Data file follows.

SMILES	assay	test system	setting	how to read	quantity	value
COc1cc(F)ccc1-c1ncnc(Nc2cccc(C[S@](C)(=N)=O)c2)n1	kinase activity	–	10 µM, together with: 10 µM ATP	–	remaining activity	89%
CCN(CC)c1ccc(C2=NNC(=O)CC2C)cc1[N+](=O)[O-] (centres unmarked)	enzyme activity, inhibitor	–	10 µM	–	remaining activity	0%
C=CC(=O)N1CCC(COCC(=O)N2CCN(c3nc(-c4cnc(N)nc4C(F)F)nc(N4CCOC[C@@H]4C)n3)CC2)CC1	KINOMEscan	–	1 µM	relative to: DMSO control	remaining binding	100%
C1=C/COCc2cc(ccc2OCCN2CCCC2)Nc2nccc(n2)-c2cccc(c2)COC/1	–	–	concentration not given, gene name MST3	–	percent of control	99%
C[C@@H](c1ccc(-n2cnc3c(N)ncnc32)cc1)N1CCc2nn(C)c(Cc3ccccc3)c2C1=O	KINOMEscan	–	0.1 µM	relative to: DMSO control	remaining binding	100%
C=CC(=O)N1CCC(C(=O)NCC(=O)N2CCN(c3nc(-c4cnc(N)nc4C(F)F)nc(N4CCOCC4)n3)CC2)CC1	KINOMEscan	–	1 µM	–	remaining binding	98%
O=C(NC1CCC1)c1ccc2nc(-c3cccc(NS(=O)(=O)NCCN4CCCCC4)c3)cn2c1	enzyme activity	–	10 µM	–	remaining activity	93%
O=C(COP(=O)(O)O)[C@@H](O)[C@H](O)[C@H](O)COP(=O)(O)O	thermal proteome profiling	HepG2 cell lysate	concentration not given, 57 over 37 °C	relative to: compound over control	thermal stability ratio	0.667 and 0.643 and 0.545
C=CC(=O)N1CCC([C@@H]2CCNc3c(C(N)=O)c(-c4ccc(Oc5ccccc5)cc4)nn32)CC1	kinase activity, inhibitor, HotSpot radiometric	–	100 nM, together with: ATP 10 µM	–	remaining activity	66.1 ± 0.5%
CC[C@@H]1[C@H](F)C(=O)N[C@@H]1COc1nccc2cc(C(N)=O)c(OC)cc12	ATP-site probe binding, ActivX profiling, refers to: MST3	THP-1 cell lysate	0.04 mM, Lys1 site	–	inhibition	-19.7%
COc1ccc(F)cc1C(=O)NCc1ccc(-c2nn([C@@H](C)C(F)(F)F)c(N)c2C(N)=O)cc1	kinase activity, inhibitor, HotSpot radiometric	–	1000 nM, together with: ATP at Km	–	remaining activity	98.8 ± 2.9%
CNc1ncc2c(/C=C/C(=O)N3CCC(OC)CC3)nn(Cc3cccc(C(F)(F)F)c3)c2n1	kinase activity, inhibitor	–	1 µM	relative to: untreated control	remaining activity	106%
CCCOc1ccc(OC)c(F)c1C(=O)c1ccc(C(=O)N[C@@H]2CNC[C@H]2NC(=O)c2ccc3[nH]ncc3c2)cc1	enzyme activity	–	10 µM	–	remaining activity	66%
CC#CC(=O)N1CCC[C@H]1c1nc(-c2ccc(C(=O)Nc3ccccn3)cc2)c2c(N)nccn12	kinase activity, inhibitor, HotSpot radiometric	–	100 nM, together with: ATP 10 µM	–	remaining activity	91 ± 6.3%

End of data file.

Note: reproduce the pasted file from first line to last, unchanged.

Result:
SMILES	assay	test system	setting	how to read	quantity	value
COc1cc(F)ccc1-c1ncnc(Nc2cccc(C[S@](C)(=N)=O)c2)n1	kinase activity	–	10 µM, together with: 10 µM ATP	–	remaining activity	89%
CCN(CC)c1ccc(C2=NNC(=O)CC2C)cc1[N+](=O)[O-] (centres unmarked)	enzyme activity, inhibitor	–	10 µM	–	remaining activity	0%
C=CC(=O)N1CCC(COCC(=O)N2CCN(c3nc(-c4cnc(N)nc4C(F)F)nc(N4CCOC[C@@H]4C)n3)CC2)CC1	KINOMEscan	–	1 µM	relative to: DMSO control	remaining binding	100%
C1=C/COCc2cc(ccc2OCCN2CCCC2)Nc2nccc(n2)-c2cccc(c2)COC/1	–	–	concentration not given, gene name MST3	–	percent of control	99%
C[C@@H](c1ccc(-n2cnc3c(N)ncnc32)cc1)N1CCc2nn(C)c(Cc3ccccc3)c2C1=O	KINOMEscan	–	0.1 µM	relative to: DMSO control	remaining binding	100%
C=CC(=O)N1CCC(C(=O)NCC(=O)N2CCN(c3nc(-c4cnc(N)nc4C(F)F)nc(N4CCOCC4)n3)CC2)CC1	KINOMEscan	–	1 µM	–	remaining binding	98%
O=C(NC1CCC1)c1ccc2nc(-c3cccc(NS(=O)(=O)NCCN4CCCCC4)c3)cn2c1	enzyme activity	–	10 µM	–	remaining activity	93%
O=C(COP(=O)(O)O)[C@@H](O)[C@H](O)[C@H](O)COP(=O)(O)O	thermal proteome profiling	HepG2 cell lysate	concentration not given, 57 over 37 °C	relative to: compound over control	thermal stability ratio	0.667 and 0.643 and 0.545
C=CC(=O)N1CCC([C@@H]2CCNc3c(C(N)=O)c(-c4ccc(Oc5ccccc5)cc4)nn32)CC1	kinase activity, inhibitor, HotSpot radiometric	–	100 nM, together with: ATP 10 µM	–	remaining activity	66.1 ± 0.5%
CC[C@@H]1[C@H](F)C(=O)N[C@@H]1COc1nccc2cc(C(N)=O)c(OC)cc12	ATP-site probe binding, ActivX profiling, refers to: MST3	THP-1 cell lysate	0.04 mM, Lys1 site	–	inhibition	-19.7%
COc1ccc(F)cc1C(=O)NCc1ccc(-c2nn([C@@H](C)C(F)(F)F)c(N)c2C(N)=O)cc1	kinase activity, inhibitor, HotSpot radiometric	–	1000 nM, together with: ATP at Km	–	remaining activity	98.8 ± 2.9%
CNc1ncc2c(/C=C/C(=O)N3CCC(OC)CC3)nn(Cc3cccc(C(F)(F)F)c3)c2n1	kinase activity, inhibitor	–	1 µM	relative to: untreated control	remaining activity	106%
CCCOc1ccc(OC)c(F)c1C(=O)c1ccc(C(=O)N[C@@H]2CNC[C@H]2NC(=O)c2ccc3[nH]ncc3c2)cc1	enzyme activity	–	10 µM	–	remaining activity	66%
CC#CC(=O)N1CCC[C@H]1c1nc(-c2ccc(C(=O)Nc3ccccn3)cc2)c2c(N)nccn12	kinase activity, inhibitor, HotSpot radiometric	–	100 nM, together with: ATP 10 µM	–	remaining activity	91 ± 6.3%